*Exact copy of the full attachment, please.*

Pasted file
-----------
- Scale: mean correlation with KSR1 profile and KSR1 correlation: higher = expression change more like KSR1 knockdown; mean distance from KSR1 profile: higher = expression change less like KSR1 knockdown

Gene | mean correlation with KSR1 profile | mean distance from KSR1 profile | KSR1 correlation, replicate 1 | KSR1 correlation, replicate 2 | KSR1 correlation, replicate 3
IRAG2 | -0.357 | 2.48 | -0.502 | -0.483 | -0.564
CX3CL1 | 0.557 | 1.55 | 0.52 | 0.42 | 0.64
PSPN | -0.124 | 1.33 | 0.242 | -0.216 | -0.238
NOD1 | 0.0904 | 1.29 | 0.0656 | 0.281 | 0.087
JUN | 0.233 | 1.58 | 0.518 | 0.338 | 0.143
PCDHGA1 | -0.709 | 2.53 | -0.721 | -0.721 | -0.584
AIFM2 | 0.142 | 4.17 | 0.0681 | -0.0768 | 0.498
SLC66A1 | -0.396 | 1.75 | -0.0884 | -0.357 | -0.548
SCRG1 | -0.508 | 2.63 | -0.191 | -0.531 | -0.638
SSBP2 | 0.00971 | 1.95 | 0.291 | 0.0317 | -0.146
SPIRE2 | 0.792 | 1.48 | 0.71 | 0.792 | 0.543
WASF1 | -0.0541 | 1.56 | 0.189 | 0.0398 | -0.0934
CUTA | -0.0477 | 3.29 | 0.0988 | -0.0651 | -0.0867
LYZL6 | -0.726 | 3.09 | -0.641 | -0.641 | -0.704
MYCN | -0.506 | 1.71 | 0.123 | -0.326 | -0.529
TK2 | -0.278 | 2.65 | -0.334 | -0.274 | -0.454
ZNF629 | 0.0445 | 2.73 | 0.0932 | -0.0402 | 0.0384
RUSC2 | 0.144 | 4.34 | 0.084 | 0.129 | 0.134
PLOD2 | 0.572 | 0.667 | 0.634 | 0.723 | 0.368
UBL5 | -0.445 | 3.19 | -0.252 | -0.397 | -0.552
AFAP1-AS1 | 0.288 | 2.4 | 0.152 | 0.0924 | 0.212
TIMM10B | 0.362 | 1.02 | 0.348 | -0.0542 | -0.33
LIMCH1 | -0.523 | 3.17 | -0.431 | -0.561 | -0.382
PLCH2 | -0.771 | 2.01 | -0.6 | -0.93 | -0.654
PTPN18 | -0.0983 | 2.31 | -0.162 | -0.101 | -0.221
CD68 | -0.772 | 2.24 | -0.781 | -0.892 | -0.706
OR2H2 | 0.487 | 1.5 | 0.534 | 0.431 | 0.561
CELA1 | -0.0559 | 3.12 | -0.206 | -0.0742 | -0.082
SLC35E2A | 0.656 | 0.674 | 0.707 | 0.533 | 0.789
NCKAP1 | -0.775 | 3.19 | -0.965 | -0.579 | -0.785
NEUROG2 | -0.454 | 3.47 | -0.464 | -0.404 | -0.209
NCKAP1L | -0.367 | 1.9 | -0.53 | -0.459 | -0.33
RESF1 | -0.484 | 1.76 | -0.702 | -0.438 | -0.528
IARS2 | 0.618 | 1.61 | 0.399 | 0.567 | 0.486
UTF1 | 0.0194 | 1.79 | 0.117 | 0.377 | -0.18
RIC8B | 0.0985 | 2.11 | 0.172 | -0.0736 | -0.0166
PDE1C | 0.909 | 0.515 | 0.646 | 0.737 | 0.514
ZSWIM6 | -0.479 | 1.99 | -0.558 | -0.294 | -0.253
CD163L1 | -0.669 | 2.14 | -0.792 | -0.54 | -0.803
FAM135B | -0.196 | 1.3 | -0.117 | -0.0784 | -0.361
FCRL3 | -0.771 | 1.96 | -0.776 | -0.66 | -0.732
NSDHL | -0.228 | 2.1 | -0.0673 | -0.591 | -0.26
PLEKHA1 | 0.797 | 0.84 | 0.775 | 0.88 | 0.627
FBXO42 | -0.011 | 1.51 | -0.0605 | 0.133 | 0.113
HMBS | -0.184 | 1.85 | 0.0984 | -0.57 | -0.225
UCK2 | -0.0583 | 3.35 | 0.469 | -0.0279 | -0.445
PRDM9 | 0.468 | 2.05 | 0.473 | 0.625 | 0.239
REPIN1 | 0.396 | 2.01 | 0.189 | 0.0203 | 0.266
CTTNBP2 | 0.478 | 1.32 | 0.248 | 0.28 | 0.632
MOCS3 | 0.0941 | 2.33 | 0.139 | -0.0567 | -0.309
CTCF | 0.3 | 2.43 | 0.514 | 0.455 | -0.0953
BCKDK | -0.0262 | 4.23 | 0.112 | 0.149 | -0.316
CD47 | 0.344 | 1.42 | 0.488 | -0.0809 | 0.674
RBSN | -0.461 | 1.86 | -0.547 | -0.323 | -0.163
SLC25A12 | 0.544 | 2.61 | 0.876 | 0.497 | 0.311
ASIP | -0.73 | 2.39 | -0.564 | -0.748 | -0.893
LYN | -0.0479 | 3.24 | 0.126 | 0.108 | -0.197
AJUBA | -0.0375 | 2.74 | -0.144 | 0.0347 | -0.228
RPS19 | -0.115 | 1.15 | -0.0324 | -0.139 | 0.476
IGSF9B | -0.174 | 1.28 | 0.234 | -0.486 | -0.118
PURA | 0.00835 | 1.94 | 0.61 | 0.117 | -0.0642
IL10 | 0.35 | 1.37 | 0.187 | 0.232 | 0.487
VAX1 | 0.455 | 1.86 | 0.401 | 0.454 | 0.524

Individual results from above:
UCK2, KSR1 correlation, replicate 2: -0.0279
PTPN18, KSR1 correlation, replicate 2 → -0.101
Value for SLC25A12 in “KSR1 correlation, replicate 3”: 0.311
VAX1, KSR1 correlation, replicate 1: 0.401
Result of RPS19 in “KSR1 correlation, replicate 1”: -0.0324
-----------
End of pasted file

- Scale: mean correlation with KSR1 profile and KSR1 correlation: higher = expression change more like KSR1 knockdown; mean distance from KSR1 profile: higher = expression change less like KSR1 knockdown

Gene | mean correlation with KSR1 profile | mean distance from KSR1 profile | KSR1 correlation, replicate 1 | KSR1 correlation, replicate 2 | KSR1 correlation, replicate 3
IRAG2 | -0.357 | 2.48 | -0.502 | -0.483 | -0.564
CX3CL1 | 0.557 | 1.55 | 0.52 | 0.42 | 0.64
PSPN | -0.124 | 1.33 | 0.242 | -0.216 | -0.238
NOD1 | 0.0904 | 1.29 | 0.0656 | 0.281 | 0.087
JUN | 0.233 | 1.58 | 0.518 | 0.338 | 0.143
PCDHGA1 | -0.709 | 2.53 | -0.721 | -0.721 | -0.584
AIFM2 | 0.142 | 4.17 | 0.0681 | -0.0768 | 0.498
SLC66A1 | -0.396 | 1.75 | -0.0884 | -0.357 | -0.548
SCRG1 | -0.508 | 2.63 | -0.191 | -0.531 | -0.638
SSBP2 | 0.00971 | 1.95 | 0.291 | 0.0317 | -0.146
SPIRE2 | 0.792 | 1.48 | 0.71 | 0.792 | 0.543
WASF1 | -0.0541 | 1.56 | 0.189 | 0.0398 | -0.0934
CUTA | -0.0477 | 3.29 | 0.0988 | -0.0651 | -0.0867
LYZL6 | -0.726 | 3.09 | -0.641 | -0.641 | -0.704
MYCN | -0.506 | 1.71 | 0.123 | -0.326 | -0.529
TK2 | -0.278 | 2.65 | -0.334 | -0.274 | -0.454
ZNF629 | 0.0445 | 2.73 | 0.0932 | -0.0402 | 0.0384
RUSC2 | 0.144 | 4.34 | 0.084 | 0.129 | 0.134
PLOD2 | 0.572 | 0.667 | 0.634 | 0.723 | 0.368
UBL5 | -0.445 | 3.19 | -0.252 | -0.397 | -0.552
AFAP1-AS1 | 0.288 | 2.4 | 0.152 | 0.0924 | 0.212
TIMM10B | 0.362 | 1.02 | 0.348 | -0.0542 | -0.33
LIMCH1 | -0.523 | 3.17 | -0.431 | -0.561 | -0.382
PLCH2 | -0.771 | 2.01 | -0.6 | -0.93 | -0.654
PTPN18 | -0.0983 | 2.31 | -0.162 | -0.101 | -0.221
CD68 | -0.772 | 2.24 | -0.781 | -0.892 | -0.706
OR2H2 | 0.487 | 1.5 | 0.534 | 0.431 | 0.561
CELA1 | -0.0559 | 3.12 | -0.206 | -0.0742 | -0.082
SLC35E2A | 0.656 | 0.674 | 0.707 | 0.533 | 0.789
NCKAP1 | -0.775 | 3.19 | -0.965 | -0.579 | -0.785
NEUROG2 | -0.454 | 3.47 | -0.464 | -0.404 | -0.209
NCKAP1L | -0.367 | 1.9 | -0.53 | -0.459 | -0.33
RESF1 | -0.484 | 1.76 | -0.702 | -0.438 | -0.528
IARS2 | 0.618 | 1.61 | 0.399 | 0.567 | 0.486
UTF1 | 0.0194 | 1.79 | 0.117 | 0.377 | -0.18
RIC8B | 0.0985 | 2.11 | 0.172 | -0.0736 | -0.0166
PDE1C | 0.909 | 0.515 | 0.646 | 0.737 | 0.514
ZSWIM6 | -0.479 | 1.99 | -0.558 | -0.294 | -0.253
CD163L1 | -0.669 | 2.14 | -0.792 | -0.54 | -0.803
FAM135B | -0.196 | 1.3 | -0.117 | -0.0784 | -0.361
FCRL3 | -0.771 | 1.96 | -0.776 | -0.66 | -0.732
NSDHL | -0.228 | 2.1 | -0.0673 | -0.591 | -0.26
PLEKHA1 | 0.797 | 0.84 | 0.775 | 0.88 | 0.627
FBXO42 | -0.011 | 1.51 | -0.0605 | 0.133 | 0.113
HMBS | -0.184 | 1.85 | 0.0984 | -0.57 | -0.225
UCK2 | -0.0583 | 3.35 | 0.469 | -0.0279 | -0.445
PRDM9 | 0.468 | 2.05 | 0.473 | 0.625 | 0.239
REPIN1 | 0.396 | 2.01 | 0.189 | 0.0203 | 0.266
CTTNBP2 | 0.478 | 1.32 | 0.248 | 0.28 | 0.632
MOCS3 | 0.0941 | 2.33 | 0.139 | -0.0567 | -0.309
CTCF | 0.3 | 2.43 | 0.514 | 0.455 | -0.0953
BCKDK | -0.0262 | 4.23 | 0.112 | 0.149 | -0.316
CD47 | 0.344 | 1.42 | 0.488 | -0.0809 | 0.674
RBSN | -0.461 | 1.86 | -0.547 | -0.323 | -0.163
SLC25A12 | 0.544 | 2.61 | 0.876 | 0.497 | 0.311
ASIP | -0.73 | 2.39 | -0.564 | -0.748 | -0.893
LYN | -0.0479 | 3.24 | 0.126 | 0.108 | -0.197
AJUBA | -0.0375 | 2.74 | -0.144 | 0.0347 | -0.228
RPS19 | -0.115 | 1.15 | -0.0324 | -0.139 | 0.476
IGSF9B | -0.174 | 1.28 | 0.234 | -0.486 | -0.118
PURA | 0.00835 | 1.94 | 0.61 | 0.117 | -0.0642
IL10 | 0.35 | 1.37 | 0.187 | 0.232 | 0.487
VAX1 | 0.455 | 1.86 | 0.401 | 0.454 | 0.524

Individual results from above:
UCK2, KSR1 correlation, replicate 2: -0.0279
PTPN18, KSR1 correlation, replicate 2 → -0.101
Value for SLC25A12 in “KSR1 correlation, replicate 3”: 0.311
VAX1, KSR1 correlation, replicate 1: 0.401
Result of RPS19 in “KSR1 correlation, replicate 1”: -0.0324